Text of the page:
Brucellosis caused by B. abortus is a disease of cattle that has spilled over into wildlife in some areas. Bison and elk are the primary wildlife hosts of B. abortus (Miller et al, 2003) . It has also been found in moose, Dall sheep, caribou and several species of deer, although much less commonly than in elk and bison. Additionally, infection has rarely been diagnosed in dogs, foxes, hares, mice, rats, ticks and fleas.

Brucella abortus is now being maintained in some elk and bison populations without an outside source of infection, and these populations serve as a reservoir for potential transmission of the disease to cattle. The National Brucellosis Eradication Program has nearly eliminated brucellosis from domestic livestock.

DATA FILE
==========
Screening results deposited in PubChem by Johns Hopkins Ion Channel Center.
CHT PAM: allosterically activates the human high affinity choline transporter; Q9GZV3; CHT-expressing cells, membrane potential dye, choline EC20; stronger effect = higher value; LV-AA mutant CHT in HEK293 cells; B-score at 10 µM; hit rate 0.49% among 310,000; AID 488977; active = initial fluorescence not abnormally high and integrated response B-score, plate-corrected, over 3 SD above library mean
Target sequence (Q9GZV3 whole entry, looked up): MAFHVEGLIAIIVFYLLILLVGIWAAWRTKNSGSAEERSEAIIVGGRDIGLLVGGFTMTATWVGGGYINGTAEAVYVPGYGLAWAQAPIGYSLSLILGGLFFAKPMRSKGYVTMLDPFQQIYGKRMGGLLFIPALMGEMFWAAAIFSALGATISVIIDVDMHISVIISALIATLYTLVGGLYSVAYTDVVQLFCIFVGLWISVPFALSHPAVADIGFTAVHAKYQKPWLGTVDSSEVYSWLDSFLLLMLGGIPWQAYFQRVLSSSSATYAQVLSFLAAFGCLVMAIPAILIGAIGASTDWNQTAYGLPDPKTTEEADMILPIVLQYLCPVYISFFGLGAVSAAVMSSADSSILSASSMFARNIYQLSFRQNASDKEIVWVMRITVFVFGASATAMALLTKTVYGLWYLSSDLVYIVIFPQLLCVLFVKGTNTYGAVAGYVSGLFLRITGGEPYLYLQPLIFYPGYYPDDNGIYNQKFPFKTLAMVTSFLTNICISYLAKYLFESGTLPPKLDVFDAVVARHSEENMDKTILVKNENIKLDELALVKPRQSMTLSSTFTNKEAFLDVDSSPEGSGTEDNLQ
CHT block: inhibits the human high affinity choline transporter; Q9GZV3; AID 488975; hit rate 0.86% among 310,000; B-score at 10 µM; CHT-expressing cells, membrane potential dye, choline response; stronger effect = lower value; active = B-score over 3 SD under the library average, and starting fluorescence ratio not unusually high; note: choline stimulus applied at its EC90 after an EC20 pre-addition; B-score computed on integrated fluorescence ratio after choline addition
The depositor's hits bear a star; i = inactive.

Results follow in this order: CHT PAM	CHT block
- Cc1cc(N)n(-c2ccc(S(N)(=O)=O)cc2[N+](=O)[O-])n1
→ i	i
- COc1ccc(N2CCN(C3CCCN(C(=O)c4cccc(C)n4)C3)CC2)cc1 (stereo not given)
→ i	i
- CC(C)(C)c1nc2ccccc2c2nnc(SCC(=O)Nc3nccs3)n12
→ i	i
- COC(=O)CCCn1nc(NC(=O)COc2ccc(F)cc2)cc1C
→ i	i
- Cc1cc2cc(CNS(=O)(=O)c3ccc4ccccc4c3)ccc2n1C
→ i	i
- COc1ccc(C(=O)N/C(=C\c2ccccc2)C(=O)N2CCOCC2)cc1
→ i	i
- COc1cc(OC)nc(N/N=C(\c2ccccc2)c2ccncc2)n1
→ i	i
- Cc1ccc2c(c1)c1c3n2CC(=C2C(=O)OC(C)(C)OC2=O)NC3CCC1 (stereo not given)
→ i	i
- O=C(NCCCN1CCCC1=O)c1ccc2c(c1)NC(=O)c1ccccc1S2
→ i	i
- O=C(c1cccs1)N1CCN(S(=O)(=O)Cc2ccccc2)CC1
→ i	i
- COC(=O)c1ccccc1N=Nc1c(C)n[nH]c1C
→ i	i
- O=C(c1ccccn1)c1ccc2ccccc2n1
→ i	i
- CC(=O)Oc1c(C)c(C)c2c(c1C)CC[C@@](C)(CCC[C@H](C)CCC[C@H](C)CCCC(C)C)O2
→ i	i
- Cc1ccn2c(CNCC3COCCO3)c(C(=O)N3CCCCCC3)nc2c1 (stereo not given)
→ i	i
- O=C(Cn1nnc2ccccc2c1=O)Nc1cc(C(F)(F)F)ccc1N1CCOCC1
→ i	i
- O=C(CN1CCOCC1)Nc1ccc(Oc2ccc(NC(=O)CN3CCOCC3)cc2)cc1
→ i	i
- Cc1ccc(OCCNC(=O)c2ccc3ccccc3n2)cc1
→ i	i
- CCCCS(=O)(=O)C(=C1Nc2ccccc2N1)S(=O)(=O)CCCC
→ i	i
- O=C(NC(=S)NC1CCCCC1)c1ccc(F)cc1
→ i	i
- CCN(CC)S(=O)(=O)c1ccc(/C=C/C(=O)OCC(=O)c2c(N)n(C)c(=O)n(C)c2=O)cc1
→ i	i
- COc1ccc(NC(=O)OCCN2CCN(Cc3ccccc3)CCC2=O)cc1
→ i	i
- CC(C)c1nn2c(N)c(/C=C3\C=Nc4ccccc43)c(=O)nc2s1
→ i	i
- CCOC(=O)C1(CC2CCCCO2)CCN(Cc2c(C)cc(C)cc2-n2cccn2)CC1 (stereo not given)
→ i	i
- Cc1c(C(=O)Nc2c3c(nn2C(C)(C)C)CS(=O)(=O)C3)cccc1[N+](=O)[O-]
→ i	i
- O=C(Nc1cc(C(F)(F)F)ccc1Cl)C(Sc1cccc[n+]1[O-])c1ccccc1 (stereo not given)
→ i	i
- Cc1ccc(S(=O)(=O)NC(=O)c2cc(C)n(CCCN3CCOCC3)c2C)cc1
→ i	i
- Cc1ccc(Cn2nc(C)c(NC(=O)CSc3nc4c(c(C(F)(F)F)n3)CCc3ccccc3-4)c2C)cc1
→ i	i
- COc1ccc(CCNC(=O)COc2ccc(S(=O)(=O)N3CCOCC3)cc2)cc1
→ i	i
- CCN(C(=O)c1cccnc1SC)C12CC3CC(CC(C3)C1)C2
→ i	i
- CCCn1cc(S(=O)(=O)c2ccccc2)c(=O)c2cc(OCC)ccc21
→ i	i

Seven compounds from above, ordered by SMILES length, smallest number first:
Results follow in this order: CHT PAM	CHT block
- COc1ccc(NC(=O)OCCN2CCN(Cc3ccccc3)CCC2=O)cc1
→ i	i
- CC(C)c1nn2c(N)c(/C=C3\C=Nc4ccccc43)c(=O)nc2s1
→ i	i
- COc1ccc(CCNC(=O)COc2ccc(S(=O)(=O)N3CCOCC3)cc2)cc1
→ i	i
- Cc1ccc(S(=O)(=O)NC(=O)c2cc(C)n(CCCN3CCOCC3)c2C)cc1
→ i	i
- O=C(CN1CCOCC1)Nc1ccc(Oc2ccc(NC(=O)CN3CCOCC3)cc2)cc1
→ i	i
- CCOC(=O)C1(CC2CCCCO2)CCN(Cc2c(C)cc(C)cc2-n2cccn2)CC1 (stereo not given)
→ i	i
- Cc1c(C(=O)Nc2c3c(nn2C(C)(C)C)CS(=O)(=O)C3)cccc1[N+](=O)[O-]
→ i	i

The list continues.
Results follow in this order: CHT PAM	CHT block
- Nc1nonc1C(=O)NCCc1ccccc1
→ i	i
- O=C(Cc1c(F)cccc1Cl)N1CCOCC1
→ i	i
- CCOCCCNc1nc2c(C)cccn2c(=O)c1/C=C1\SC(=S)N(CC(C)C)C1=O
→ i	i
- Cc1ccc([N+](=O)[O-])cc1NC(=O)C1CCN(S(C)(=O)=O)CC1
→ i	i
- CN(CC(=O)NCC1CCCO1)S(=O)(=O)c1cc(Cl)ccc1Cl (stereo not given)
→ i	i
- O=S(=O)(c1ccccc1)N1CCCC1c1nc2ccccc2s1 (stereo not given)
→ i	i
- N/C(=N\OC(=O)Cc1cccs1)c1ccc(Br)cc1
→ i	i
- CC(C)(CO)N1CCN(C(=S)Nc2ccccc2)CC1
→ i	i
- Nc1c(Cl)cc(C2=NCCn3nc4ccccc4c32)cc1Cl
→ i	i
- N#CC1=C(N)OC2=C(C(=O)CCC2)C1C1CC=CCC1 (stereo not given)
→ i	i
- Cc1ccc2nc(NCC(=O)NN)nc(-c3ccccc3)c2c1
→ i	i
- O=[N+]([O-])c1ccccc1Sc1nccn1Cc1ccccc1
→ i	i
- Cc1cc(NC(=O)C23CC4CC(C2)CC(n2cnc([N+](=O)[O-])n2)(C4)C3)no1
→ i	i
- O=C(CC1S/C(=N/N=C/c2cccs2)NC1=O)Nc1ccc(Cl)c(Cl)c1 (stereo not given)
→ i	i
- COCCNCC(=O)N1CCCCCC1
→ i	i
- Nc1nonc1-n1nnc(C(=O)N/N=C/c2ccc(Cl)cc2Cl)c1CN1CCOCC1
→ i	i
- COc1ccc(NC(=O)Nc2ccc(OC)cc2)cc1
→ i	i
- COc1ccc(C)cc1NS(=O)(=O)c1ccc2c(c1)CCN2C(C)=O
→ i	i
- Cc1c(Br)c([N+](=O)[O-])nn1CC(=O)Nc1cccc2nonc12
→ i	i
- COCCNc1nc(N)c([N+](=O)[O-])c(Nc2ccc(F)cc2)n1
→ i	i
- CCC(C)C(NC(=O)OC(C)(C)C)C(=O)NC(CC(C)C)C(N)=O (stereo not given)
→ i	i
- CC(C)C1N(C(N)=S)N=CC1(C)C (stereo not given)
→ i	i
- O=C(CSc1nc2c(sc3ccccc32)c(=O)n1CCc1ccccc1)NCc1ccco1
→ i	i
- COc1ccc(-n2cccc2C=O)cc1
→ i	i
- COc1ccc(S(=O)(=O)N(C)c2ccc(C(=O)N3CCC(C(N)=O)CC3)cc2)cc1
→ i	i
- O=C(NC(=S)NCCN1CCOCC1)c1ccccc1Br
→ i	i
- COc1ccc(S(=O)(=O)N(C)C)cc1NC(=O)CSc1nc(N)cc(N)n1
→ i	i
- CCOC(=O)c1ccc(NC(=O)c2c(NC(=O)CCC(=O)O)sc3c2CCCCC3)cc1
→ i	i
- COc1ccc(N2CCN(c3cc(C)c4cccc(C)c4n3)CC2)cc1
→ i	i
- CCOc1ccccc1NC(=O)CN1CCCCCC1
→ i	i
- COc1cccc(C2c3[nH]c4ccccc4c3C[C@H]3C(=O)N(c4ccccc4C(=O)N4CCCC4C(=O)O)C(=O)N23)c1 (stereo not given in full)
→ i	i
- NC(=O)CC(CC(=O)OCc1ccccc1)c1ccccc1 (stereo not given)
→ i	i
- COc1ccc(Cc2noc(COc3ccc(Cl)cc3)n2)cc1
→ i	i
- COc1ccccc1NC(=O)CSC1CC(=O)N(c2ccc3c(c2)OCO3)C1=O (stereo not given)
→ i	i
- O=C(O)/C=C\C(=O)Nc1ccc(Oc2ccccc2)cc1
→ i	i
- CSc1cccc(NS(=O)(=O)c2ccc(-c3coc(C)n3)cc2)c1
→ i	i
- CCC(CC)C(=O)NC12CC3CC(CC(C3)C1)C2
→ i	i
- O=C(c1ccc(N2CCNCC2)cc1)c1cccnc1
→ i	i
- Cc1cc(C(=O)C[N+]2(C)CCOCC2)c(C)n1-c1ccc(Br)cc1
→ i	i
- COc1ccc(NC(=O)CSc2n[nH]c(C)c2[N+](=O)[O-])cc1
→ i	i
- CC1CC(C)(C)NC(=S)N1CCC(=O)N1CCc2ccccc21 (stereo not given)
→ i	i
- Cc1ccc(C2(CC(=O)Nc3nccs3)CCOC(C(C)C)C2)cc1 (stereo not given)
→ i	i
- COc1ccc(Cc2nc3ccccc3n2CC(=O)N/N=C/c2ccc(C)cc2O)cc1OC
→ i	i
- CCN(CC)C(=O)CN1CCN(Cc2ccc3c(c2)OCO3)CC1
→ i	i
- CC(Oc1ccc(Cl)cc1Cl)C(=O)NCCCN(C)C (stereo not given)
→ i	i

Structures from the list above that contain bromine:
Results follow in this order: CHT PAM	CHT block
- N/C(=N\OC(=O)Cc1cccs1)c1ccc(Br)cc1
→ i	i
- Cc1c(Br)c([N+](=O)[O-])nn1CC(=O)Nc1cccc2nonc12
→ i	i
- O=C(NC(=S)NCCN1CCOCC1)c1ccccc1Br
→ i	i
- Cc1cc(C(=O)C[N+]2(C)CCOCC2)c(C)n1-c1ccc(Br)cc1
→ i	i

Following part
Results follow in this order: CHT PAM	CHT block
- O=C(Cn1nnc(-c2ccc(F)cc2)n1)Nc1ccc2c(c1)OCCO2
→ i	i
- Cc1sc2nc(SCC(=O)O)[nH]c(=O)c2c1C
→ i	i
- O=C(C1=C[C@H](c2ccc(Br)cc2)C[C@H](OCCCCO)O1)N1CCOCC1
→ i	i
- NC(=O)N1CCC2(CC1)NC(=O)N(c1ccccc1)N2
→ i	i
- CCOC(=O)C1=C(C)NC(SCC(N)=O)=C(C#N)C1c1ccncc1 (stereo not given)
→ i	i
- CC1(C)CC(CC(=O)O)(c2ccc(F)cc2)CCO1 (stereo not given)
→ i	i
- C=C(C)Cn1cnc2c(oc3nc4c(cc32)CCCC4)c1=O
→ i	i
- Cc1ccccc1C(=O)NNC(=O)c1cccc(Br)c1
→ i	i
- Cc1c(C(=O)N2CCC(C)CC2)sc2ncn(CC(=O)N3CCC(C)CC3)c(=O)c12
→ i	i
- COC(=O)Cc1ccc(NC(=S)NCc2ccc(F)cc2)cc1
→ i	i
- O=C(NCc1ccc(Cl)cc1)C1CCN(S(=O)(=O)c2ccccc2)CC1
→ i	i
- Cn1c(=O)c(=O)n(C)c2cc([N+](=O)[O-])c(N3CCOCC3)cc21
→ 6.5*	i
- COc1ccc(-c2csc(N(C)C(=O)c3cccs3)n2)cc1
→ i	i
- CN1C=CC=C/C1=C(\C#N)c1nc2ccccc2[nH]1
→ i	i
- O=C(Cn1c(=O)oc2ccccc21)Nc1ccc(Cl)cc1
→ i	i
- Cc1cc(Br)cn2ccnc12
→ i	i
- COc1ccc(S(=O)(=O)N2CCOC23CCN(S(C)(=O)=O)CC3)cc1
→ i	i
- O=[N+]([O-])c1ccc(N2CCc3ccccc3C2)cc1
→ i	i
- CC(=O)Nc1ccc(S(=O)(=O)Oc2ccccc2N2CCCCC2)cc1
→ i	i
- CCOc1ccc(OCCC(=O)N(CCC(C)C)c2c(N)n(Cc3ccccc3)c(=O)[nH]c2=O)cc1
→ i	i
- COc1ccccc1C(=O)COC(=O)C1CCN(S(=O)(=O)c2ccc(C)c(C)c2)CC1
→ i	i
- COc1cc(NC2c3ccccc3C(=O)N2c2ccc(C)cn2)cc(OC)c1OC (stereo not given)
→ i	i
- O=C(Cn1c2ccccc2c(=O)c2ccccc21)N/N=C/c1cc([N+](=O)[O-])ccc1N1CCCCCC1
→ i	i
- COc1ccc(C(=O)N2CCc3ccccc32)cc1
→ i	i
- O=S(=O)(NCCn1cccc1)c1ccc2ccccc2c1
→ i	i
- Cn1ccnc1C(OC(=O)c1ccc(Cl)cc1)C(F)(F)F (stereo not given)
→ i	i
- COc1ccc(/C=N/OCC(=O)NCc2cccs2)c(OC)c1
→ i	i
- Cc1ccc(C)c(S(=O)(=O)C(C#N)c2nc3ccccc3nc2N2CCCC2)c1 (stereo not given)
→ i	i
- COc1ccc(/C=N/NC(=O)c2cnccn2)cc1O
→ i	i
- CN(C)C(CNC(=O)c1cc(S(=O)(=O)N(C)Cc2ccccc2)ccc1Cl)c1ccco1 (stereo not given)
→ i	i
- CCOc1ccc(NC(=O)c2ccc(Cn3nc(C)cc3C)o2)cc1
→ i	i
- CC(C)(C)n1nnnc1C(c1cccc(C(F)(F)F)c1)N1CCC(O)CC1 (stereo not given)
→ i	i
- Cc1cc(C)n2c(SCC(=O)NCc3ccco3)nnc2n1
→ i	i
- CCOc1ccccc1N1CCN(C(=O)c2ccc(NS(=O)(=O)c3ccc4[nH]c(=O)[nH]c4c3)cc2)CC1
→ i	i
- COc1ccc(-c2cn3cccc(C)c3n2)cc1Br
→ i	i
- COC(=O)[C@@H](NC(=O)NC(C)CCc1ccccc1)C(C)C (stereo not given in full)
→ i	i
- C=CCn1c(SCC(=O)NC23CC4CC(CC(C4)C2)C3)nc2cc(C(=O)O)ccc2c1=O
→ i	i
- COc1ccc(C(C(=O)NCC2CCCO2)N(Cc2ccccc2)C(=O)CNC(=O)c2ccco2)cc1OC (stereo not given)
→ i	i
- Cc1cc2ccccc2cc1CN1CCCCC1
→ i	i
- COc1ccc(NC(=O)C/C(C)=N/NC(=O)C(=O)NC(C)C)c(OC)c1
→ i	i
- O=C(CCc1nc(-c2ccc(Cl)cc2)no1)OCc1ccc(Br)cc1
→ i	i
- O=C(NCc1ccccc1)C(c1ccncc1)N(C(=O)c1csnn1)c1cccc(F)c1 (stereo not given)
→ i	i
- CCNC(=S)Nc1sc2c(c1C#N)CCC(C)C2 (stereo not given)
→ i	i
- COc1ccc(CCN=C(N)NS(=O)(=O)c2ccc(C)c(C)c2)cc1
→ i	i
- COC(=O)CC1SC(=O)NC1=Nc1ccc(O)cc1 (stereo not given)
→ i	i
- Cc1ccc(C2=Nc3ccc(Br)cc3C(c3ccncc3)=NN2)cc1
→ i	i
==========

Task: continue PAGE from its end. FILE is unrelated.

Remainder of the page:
Transmission

Brucellosis transmission in cattle, bison, and elk generally occurs by ingestion of bacteria, which are present in large numbers in aborted fetuses, fetal membranes, and uterine discharges. It is not unusual for cattle, elk, and bison to be curious and investigate an abortion site. Animals may ingest contaminated feed and water or may lick contaminated genitals of other animals. Venereal transmission by infected bulls to susceptible cows appears to be rare. 

Most human cases occur from consuming milk that has not been pasteurized. Hunters, veterinarians, abattoir workers, and others who handle carcasses may be exposed via contact with bacteria through mucous membranes of the eyes or mouth, skin wounds, or via inhalation.

Signs